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Colleges Evaluate Lessons Learned From UCC

BEND, OR -- Less than three weeks after the tragic mass shooting at Umpqua Community College that left 10 people dead and more wounded, ripple effects are still being felt in Roseburg and across the state. Jim Bennett, Director of Campus Public Safety for Central Oregon Community College says, while the two campuses are very different, there are still lessons to be learned from the incident. "The changes have been an increased presence of officers on campus; and, I’m proud and pleased to say, an increased input from our campus community. Because, that’s what really makes a difference. And, the hope is that 100% of those pieces of information coming in turn out to be false leads and there’s no more to it than that. But, receiving that information is critical."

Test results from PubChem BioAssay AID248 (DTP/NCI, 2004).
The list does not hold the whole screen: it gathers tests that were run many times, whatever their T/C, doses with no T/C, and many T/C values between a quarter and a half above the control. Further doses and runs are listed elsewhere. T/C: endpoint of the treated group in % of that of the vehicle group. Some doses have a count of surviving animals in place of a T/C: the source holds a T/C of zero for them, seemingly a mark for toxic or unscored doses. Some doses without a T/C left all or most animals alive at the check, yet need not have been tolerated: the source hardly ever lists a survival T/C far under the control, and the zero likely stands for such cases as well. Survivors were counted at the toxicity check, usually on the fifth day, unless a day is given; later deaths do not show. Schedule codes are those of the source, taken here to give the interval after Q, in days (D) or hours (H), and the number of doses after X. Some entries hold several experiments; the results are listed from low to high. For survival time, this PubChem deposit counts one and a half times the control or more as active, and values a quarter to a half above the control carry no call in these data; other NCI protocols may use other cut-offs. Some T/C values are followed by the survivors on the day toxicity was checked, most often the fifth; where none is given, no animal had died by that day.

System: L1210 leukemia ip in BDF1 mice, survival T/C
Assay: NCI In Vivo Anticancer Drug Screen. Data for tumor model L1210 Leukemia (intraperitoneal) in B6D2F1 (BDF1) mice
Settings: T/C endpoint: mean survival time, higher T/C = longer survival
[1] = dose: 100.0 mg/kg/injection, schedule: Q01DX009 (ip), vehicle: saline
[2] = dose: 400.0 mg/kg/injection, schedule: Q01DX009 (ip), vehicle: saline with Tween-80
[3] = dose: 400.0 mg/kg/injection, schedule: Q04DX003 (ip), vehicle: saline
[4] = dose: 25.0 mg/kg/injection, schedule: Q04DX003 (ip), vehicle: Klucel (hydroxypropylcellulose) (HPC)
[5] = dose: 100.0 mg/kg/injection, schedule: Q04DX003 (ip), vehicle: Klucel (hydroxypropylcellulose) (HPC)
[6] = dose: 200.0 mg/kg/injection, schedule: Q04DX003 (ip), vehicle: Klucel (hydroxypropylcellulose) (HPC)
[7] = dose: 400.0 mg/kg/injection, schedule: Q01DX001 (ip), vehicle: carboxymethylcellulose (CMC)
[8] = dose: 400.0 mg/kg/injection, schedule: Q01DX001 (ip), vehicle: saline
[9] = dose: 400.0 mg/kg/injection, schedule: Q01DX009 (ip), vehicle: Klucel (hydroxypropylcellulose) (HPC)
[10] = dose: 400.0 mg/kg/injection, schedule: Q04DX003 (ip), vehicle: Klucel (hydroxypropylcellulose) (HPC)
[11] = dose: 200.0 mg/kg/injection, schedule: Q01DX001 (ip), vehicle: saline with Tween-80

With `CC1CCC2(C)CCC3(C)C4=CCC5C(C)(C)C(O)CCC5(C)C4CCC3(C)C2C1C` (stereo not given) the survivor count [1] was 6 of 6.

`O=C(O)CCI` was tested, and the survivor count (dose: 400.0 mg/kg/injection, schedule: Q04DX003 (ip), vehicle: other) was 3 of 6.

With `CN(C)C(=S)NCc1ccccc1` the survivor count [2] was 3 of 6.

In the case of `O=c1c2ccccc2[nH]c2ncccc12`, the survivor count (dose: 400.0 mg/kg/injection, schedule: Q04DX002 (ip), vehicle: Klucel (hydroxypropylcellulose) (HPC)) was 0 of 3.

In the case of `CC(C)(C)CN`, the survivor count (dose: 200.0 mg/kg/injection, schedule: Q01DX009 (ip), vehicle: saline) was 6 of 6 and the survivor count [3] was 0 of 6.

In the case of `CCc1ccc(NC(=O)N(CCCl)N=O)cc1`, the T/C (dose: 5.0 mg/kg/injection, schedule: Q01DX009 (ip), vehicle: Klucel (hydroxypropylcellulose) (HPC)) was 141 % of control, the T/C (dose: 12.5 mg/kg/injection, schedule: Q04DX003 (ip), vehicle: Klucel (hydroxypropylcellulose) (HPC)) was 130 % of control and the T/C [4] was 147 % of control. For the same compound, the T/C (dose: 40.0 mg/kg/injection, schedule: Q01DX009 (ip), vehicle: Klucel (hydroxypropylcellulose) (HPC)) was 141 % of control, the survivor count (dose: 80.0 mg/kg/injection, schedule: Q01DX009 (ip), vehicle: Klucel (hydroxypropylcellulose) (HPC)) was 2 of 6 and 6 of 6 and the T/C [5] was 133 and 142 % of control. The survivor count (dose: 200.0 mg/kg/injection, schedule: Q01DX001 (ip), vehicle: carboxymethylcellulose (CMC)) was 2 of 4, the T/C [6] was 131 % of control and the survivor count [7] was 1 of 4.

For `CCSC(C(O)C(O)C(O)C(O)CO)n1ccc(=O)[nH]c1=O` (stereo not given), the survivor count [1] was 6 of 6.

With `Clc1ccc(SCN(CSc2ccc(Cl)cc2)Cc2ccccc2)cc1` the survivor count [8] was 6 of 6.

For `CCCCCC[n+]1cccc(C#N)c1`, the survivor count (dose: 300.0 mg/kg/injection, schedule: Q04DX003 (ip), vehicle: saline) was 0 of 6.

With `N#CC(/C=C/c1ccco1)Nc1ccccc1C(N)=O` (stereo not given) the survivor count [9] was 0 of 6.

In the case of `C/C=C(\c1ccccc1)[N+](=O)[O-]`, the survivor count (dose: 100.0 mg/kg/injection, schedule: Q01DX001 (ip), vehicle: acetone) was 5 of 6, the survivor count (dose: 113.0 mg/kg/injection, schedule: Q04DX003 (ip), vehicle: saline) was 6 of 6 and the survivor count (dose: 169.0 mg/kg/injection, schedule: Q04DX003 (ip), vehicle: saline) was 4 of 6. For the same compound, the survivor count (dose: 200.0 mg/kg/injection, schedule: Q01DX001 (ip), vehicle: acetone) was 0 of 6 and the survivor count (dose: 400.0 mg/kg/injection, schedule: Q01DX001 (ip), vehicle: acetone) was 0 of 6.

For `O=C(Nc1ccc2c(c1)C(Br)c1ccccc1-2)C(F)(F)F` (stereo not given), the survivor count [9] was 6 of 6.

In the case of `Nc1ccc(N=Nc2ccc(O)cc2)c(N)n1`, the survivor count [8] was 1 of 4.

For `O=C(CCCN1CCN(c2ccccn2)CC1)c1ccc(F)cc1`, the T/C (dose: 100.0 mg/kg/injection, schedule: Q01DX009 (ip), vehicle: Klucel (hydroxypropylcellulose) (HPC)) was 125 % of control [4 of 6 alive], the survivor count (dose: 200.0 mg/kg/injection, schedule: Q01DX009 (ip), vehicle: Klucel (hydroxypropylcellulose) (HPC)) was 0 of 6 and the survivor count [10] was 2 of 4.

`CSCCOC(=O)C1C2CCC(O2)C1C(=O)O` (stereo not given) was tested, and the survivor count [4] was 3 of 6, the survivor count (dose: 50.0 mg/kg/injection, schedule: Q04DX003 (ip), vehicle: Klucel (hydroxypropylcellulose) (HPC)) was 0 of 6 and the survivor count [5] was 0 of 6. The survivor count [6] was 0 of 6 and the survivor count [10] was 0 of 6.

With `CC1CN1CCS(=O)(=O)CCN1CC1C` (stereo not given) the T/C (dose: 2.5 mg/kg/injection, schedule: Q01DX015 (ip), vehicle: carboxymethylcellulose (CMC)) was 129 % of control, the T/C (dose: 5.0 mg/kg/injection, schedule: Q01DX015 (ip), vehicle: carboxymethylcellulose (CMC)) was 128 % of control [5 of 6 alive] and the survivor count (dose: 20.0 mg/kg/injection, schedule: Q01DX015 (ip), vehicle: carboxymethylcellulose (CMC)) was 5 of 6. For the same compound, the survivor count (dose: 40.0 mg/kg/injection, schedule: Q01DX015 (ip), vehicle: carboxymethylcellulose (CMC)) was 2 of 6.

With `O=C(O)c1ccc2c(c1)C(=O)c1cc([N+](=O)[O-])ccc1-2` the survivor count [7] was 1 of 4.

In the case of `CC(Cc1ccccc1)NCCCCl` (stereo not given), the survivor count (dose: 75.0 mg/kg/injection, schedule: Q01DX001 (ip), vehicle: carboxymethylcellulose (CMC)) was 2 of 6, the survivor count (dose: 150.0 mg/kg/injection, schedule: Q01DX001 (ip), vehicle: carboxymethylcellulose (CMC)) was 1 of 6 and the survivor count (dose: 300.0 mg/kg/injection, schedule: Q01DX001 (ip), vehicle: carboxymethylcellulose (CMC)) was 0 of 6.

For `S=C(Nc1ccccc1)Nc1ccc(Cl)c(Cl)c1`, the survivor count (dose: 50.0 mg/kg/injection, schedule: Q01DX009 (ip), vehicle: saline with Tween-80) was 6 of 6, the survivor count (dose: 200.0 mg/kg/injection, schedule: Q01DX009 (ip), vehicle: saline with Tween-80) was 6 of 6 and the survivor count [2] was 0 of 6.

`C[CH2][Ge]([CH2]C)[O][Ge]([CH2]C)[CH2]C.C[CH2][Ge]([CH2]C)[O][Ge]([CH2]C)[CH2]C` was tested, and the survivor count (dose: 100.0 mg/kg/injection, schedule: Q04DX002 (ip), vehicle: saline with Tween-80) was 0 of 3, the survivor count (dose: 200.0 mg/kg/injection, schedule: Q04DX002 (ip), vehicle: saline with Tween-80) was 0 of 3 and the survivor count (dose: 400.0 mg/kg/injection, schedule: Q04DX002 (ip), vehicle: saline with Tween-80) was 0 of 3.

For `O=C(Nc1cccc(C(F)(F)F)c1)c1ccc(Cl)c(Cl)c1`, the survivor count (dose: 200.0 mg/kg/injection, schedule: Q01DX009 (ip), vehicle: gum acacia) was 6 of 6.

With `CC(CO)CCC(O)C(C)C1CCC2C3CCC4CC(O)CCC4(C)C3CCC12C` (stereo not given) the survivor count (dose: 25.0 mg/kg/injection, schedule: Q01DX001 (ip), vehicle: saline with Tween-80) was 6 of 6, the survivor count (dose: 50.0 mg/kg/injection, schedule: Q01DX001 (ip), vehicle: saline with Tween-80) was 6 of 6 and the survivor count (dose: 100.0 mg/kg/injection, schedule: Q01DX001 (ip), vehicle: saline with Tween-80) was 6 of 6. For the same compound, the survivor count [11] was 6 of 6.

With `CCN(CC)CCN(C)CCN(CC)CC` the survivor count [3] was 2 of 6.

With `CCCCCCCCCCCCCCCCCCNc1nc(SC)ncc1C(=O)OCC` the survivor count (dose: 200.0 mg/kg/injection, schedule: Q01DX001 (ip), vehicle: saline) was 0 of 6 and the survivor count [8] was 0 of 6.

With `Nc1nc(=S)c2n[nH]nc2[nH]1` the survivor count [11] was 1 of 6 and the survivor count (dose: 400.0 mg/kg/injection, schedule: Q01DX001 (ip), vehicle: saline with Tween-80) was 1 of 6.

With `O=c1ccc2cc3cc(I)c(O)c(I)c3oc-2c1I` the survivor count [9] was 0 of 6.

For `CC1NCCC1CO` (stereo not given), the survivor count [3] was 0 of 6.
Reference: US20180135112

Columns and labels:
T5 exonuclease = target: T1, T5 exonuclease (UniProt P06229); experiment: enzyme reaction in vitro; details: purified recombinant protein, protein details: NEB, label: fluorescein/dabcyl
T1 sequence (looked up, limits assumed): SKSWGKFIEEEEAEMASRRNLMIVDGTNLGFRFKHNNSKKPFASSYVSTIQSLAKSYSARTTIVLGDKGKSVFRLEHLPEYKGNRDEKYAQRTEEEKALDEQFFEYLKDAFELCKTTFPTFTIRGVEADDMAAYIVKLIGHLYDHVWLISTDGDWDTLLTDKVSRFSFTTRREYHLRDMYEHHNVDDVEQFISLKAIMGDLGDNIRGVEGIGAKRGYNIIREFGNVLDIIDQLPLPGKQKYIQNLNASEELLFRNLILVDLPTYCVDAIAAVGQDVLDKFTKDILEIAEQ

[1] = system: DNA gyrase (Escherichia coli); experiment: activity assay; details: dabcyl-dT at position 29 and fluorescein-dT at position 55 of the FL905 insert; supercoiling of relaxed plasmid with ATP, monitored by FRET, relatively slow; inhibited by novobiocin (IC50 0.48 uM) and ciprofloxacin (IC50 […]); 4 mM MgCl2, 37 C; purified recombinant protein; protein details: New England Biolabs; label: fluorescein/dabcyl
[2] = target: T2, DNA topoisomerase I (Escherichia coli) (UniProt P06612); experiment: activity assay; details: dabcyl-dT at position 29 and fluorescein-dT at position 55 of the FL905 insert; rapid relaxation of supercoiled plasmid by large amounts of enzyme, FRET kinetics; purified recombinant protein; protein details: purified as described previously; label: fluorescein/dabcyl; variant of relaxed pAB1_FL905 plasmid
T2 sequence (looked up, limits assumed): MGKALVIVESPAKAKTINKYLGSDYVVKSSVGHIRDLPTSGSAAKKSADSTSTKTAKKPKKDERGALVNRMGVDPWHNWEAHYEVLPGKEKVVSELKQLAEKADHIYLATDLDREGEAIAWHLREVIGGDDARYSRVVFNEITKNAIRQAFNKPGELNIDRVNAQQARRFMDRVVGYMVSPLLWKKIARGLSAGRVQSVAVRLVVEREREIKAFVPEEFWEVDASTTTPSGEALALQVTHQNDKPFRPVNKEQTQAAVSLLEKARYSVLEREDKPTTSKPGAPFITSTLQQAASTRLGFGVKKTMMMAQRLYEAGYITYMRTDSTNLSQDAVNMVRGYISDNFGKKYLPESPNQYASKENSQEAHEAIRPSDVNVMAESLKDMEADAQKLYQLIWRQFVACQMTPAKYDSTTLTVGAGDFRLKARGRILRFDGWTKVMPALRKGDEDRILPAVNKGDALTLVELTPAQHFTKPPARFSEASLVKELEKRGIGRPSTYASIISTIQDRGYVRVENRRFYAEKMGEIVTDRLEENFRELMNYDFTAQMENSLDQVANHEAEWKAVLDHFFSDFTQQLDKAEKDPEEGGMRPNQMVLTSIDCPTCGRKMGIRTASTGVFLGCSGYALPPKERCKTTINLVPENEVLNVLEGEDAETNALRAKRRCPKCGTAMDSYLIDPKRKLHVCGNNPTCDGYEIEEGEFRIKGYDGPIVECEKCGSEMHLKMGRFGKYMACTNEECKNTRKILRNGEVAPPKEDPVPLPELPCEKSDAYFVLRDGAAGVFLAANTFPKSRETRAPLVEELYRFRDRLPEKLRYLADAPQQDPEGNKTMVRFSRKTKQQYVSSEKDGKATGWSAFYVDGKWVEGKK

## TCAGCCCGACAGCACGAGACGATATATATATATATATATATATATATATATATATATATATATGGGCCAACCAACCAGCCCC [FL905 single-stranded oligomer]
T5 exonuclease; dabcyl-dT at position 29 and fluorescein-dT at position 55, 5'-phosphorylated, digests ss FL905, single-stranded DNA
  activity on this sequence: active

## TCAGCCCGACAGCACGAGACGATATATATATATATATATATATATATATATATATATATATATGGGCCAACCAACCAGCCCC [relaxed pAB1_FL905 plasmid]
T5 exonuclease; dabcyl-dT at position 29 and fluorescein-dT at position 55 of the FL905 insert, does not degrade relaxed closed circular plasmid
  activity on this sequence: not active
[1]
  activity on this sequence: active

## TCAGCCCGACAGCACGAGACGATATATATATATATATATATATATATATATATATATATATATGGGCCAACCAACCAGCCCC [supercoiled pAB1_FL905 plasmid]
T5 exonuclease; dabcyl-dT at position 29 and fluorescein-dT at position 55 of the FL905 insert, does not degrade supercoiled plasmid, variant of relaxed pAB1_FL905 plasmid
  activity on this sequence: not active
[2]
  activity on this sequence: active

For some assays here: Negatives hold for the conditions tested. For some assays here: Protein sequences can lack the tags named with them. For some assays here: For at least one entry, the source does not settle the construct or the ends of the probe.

Bennett tells KBND students and staff are also making changes. "We have seen that across the board since Umpqua, if not even before, where our campus community steps forward and says, “Public Safety, I’m concerned because I’ve heard these rumors, these things,” and we take action against those. We also have a threat assessment team on our campus that evaluates threats against the student population or our community as a whole and identifies what’s an appropriate response to hopefully prevent and deter any significant event from occurring."


UCC is less than half the size of COCC and has only one public safety officer, compared to COCC’s 14 part-time and full-time officers. Due to state law, community college public safety departments in Oregon are unarmed, with one exception. Clackamas Community College outside of Portland has a special agreement allowing its officers to be deputized through its local Sheriff's Office.
To hear more from Jim Bennett, visit our Podcast Page.

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